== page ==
( Originally Published 1922 )
Jewel-weed; Spotted Touch-me-not; Silver Cap; Wild
Balsam; Lady's Eardrops; Snap Weed; Wild
Impatiens biflora (I. fulva)
Flowers—Orange yellow, spotted with reddish brown, irregular, 1 in. long or less, horizontal, 2 to 4 pendent by slender footstalks on a long peduncle from leaf axils. Sepals, 3, colored; 1 large, sac-shaped, contracted into a slender incurved spur and 2-toothed at apex; 2 other sepals small. Petals, 3; 2 of them 2-cleft into dissimilar lobes; 5 short stamens, 1 pistil. Stein: 2 to 5 ft. high, smooth, branched, colored, succulent. Leaves: Alternate, thin, pale beneath, ovate coarsely toothed, petioled. Fruit: An oblong capsule, its 5 valves opening elastically to expel the seeds.
Preferred Habitat—Beside streams, ponds, ditches; moist ground.
Distribution—Nova Scotia to Oregon, south to Missouri and Florida.
These exquisite, bright flowers, hanging at a horizontal, like jewels from a lady's ear, may be responsible for the plant's folk-name; but whoever is abroad early on a dewy morning, or after a shower, and finds notched edges of the drooping leaves hung with scintillating gems, dancing, sparkling in the sunshine, sees still another reason for naming this the Jewel-weed. In a brook, pond, spring, or wayside trough, which can never be far from its haunts, dip a spray of the plant to transform the leaves into glistening silver. They shed water much as the nasturtiums do.
When the tiny ruby-throated hummingbird flashes north-ward out of the tropics to spend the summer, where can he
I hope to find nectar so deeply secreted that not even the long-tongued bumblebee may rob him of it all? Beyond the bird's bill his tongue can be run out and around curves no other creature can reach. Now the early-blooming columbine, its slender cornucopias brimming with sweets, welcomes the messenger whose needle-like bill will carry pollen from flower to flower; presently the coral honey suckle and the scarlet painted-cup attract him by wearing his favorite color; next the jewel-weed hangs horns of plenty to lure his eye; and the trumpet vine and cardinal flower continue to feed him successively in Nature's gar-den; albeit cannas, nasturtiums, salvia, gladioli, and such deep, irregular showy flowers in men's flower beds some-times lure him away.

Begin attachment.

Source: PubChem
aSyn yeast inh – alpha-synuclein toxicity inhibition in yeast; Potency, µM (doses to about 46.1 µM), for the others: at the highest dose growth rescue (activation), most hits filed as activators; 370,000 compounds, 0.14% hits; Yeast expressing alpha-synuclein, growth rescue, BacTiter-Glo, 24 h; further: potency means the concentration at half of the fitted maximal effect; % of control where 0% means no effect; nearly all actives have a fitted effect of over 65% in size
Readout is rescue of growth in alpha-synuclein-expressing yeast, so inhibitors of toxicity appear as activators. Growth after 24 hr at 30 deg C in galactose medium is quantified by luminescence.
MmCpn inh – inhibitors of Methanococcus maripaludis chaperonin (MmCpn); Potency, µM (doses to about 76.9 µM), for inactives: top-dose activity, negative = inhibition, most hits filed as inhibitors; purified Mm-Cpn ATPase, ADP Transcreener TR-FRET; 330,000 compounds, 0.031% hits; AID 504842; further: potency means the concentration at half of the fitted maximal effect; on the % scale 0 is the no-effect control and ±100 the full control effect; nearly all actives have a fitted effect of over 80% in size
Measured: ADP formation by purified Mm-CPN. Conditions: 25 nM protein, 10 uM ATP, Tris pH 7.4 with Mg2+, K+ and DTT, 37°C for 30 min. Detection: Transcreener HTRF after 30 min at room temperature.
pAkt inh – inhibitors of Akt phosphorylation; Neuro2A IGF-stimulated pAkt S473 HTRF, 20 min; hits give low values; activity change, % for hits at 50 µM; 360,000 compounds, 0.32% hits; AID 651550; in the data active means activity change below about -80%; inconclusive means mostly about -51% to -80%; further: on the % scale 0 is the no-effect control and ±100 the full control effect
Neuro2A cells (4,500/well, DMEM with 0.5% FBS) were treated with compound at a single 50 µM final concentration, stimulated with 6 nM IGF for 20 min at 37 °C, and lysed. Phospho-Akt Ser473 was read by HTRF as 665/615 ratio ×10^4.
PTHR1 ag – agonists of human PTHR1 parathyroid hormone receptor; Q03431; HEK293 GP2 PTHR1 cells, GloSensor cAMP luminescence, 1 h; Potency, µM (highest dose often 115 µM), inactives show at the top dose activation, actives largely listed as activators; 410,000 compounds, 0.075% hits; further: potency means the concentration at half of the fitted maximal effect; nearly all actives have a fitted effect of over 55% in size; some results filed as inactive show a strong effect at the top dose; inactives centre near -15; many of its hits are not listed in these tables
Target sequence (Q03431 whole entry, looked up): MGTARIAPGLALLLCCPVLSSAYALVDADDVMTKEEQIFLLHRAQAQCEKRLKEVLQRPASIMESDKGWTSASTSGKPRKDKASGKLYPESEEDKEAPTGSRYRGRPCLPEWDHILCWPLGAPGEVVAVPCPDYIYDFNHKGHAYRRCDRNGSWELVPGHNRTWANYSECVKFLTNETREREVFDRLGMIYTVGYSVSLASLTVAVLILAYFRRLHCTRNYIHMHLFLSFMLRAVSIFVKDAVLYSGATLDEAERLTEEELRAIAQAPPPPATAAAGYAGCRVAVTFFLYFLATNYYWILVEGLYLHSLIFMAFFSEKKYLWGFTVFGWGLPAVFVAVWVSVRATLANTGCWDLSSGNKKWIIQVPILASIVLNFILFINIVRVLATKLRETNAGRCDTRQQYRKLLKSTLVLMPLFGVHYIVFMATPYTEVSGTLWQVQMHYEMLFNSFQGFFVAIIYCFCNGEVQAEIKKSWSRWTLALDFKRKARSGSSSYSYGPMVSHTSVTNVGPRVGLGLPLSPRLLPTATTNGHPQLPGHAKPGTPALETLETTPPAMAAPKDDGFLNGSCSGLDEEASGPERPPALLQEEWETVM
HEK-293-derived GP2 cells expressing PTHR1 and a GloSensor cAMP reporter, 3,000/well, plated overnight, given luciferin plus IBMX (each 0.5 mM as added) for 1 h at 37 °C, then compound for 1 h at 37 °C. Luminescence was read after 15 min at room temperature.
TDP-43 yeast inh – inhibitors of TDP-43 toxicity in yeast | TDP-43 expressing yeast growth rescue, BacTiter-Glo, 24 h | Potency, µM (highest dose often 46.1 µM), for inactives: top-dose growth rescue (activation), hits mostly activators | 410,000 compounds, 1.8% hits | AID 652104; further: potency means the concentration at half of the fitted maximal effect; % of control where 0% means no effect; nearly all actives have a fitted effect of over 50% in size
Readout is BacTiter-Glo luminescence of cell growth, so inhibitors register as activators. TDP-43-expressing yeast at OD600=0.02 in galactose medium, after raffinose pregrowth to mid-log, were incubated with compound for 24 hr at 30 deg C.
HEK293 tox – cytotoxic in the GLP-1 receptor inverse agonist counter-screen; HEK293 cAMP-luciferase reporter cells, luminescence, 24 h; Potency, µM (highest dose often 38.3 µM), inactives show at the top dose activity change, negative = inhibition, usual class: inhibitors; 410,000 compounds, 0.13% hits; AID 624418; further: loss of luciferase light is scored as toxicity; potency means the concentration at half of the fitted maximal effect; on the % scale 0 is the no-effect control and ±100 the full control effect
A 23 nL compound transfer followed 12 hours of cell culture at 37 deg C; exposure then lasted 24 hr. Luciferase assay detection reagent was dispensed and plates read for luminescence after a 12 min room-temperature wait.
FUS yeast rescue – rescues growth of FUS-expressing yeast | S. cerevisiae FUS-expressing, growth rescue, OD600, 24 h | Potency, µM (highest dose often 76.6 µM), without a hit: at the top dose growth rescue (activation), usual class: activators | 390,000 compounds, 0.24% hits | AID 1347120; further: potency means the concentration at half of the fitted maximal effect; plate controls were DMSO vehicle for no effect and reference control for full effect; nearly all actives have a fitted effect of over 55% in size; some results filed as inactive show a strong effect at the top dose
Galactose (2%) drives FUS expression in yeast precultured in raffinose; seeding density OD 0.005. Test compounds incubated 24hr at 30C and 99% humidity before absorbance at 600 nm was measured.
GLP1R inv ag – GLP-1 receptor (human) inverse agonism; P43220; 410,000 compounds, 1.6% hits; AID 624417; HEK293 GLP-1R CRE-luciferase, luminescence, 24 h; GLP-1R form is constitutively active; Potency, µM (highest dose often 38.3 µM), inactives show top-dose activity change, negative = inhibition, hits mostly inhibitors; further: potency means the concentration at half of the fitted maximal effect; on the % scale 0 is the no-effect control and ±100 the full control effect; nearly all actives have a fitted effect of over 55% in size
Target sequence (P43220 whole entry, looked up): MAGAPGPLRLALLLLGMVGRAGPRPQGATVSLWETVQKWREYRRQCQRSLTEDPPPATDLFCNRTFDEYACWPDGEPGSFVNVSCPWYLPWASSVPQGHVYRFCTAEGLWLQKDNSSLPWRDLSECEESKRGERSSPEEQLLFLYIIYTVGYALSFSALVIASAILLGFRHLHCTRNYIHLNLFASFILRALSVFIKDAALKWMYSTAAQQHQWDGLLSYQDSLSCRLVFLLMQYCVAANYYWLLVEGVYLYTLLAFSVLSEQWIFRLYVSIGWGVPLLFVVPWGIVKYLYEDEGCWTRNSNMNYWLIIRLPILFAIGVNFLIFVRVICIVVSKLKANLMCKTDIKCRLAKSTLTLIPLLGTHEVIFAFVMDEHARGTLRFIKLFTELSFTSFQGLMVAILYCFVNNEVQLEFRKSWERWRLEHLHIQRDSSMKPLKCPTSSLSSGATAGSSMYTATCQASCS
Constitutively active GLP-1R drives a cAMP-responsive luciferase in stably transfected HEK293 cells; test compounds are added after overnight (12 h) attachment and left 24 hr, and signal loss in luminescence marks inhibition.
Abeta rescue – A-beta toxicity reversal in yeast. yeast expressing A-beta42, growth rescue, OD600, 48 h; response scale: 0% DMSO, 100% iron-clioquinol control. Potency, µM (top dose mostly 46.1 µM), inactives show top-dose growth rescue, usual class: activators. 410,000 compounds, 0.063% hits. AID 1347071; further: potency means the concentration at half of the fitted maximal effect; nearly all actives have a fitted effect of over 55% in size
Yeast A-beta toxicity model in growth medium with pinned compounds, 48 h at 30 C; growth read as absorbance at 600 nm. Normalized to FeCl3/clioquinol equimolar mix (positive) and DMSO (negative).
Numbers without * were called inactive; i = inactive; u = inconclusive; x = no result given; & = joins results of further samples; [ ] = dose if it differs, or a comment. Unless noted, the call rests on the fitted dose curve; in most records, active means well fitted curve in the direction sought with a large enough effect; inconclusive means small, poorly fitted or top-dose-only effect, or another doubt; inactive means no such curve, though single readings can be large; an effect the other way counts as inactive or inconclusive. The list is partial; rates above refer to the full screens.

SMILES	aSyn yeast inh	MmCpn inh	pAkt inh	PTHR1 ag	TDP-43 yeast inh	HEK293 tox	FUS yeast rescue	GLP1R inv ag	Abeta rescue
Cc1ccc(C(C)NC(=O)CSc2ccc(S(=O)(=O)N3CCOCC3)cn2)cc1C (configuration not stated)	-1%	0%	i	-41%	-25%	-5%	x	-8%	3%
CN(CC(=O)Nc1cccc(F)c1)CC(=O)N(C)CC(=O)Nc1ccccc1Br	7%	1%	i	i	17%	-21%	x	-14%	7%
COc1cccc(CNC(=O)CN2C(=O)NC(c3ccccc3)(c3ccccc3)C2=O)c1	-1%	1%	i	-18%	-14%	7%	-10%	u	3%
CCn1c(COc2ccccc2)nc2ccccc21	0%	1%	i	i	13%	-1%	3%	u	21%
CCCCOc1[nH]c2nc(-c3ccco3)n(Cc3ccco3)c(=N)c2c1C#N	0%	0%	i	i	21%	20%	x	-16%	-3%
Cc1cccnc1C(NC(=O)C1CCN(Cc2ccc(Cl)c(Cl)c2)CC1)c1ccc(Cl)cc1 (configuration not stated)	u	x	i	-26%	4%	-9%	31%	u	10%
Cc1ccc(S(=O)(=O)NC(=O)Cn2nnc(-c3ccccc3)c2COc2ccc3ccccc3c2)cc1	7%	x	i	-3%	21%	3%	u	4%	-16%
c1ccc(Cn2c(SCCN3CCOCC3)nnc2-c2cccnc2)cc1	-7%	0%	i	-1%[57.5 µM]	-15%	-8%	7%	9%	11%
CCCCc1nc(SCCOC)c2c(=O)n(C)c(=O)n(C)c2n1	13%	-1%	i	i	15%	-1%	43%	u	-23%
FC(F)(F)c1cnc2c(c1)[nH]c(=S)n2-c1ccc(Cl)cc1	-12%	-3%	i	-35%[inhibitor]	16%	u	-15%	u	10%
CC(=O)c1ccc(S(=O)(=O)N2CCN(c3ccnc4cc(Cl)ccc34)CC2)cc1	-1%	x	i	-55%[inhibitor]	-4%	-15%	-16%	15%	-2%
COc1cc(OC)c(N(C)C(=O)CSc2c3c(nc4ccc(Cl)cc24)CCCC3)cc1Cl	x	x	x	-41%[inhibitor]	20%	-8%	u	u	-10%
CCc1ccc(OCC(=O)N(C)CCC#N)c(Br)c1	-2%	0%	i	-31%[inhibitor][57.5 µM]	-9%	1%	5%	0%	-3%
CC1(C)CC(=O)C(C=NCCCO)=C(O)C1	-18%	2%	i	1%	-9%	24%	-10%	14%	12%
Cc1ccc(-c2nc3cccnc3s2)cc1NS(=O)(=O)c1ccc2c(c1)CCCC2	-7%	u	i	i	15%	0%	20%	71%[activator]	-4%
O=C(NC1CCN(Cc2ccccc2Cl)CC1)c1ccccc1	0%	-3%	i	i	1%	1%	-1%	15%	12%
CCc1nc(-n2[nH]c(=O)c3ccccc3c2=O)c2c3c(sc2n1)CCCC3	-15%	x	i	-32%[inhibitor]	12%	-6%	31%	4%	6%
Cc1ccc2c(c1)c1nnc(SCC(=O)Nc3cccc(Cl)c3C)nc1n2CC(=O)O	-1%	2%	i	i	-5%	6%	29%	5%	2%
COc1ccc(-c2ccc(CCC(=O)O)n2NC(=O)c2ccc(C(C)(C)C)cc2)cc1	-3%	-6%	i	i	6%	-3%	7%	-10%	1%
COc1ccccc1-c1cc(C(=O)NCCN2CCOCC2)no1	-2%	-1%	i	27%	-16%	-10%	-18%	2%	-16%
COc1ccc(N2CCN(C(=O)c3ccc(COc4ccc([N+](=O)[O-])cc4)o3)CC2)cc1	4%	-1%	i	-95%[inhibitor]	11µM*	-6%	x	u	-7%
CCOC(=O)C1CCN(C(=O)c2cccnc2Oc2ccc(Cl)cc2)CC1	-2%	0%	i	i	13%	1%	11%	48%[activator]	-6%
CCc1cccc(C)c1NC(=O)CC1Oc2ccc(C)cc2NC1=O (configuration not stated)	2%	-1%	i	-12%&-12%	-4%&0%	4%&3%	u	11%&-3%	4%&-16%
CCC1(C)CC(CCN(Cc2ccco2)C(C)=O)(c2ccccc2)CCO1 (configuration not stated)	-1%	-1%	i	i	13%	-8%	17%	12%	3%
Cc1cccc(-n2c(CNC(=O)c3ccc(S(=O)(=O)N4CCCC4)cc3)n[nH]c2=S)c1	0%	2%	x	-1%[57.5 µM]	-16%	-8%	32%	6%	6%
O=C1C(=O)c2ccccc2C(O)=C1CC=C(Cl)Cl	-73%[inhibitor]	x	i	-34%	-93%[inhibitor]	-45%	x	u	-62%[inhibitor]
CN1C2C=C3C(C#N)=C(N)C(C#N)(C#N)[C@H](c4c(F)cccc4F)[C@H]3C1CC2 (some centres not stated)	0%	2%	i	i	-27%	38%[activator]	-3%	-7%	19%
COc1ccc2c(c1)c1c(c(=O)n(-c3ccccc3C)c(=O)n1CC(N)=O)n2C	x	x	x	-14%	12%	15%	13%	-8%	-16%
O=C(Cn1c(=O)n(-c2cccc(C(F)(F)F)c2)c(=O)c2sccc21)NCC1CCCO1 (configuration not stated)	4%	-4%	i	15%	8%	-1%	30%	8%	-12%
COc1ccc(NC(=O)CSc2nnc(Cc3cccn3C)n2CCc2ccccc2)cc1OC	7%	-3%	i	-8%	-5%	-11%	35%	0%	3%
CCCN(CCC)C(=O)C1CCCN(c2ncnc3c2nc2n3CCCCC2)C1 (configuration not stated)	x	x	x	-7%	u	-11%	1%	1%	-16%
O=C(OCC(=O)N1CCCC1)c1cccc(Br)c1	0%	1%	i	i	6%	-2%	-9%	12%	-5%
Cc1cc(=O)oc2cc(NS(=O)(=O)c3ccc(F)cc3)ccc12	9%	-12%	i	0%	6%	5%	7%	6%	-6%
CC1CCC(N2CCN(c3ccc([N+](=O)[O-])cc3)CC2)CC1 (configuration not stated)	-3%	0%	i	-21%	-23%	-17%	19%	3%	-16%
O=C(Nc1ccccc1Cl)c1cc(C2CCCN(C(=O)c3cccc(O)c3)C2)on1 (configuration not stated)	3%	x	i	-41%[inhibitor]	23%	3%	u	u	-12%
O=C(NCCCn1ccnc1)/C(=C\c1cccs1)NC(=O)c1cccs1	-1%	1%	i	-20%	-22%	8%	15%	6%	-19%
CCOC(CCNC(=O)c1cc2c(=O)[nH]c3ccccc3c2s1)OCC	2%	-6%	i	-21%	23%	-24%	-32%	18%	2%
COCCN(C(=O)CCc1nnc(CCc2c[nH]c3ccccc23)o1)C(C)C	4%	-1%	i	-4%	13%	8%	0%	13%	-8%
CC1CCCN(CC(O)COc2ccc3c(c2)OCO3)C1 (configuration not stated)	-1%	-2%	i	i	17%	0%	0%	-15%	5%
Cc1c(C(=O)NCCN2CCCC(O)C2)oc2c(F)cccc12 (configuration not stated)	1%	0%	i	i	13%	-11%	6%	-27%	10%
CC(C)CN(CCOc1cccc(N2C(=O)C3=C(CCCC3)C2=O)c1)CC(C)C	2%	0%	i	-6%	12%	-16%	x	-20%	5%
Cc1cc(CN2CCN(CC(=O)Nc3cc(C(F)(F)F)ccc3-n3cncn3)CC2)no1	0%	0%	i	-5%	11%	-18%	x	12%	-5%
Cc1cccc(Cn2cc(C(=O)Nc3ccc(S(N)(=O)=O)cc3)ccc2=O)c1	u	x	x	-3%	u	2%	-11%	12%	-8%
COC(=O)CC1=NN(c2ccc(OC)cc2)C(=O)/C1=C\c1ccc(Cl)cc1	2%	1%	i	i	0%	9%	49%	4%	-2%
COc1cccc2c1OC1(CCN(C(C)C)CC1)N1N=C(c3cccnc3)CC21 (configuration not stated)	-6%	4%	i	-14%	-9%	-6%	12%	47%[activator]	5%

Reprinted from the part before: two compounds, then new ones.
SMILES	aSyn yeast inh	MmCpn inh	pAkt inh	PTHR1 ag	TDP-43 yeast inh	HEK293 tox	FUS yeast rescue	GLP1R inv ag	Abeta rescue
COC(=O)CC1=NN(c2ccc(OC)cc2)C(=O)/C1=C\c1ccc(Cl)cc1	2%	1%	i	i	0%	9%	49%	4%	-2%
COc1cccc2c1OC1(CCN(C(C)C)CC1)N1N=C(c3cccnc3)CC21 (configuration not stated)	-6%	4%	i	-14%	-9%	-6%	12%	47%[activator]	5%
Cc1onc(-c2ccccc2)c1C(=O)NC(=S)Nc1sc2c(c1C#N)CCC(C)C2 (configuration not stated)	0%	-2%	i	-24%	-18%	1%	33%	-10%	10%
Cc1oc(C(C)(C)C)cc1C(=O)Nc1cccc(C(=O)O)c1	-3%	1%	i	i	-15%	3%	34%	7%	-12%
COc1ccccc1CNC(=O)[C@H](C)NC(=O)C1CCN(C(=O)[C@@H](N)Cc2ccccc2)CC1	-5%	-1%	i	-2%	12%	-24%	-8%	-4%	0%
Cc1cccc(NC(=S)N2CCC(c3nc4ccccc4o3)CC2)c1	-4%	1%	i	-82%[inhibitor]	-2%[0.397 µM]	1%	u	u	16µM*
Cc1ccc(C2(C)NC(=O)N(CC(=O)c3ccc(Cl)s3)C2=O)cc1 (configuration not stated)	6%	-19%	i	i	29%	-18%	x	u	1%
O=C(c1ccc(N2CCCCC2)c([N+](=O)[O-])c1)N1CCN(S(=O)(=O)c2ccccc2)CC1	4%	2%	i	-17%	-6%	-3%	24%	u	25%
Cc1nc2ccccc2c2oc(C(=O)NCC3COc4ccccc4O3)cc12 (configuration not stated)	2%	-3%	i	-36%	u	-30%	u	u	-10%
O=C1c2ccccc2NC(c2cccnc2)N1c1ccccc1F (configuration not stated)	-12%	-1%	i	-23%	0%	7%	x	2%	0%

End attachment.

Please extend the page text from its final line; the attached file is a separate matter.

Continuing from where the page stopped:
Familiar as we may be with the nervous little seed-pods of the touch-me-not,which children ever love to pop and see the seeds fly, as they do from balsam pods in grand-mother's garden, they still startle with the suddenness of their volley. Touch the delicate hair-trigger at the end of a capsule, and the lightning response of the flying seeds makes one jump. They sometimes land four feet away. At this rate of progress a year, and with the other odds against which all plants have to contend, how many generations must it take to fringe even one mill pond with jewel-weed; yet this is rapid transit indeed compared with many of Nature's processes. The plant is a conspicuous sufferer from the dodder.
The Pale Touch-me-not (I. aurea)—I. pallida of Gray—most abundant northward, a larger, stouter species found in similar situations, but with paler yellow flowers only sparingly dotted if at all, has its broader sac-shaped sepal abruptly contracted into a short, notched, but not incurved spur. It shares its sister's popular names.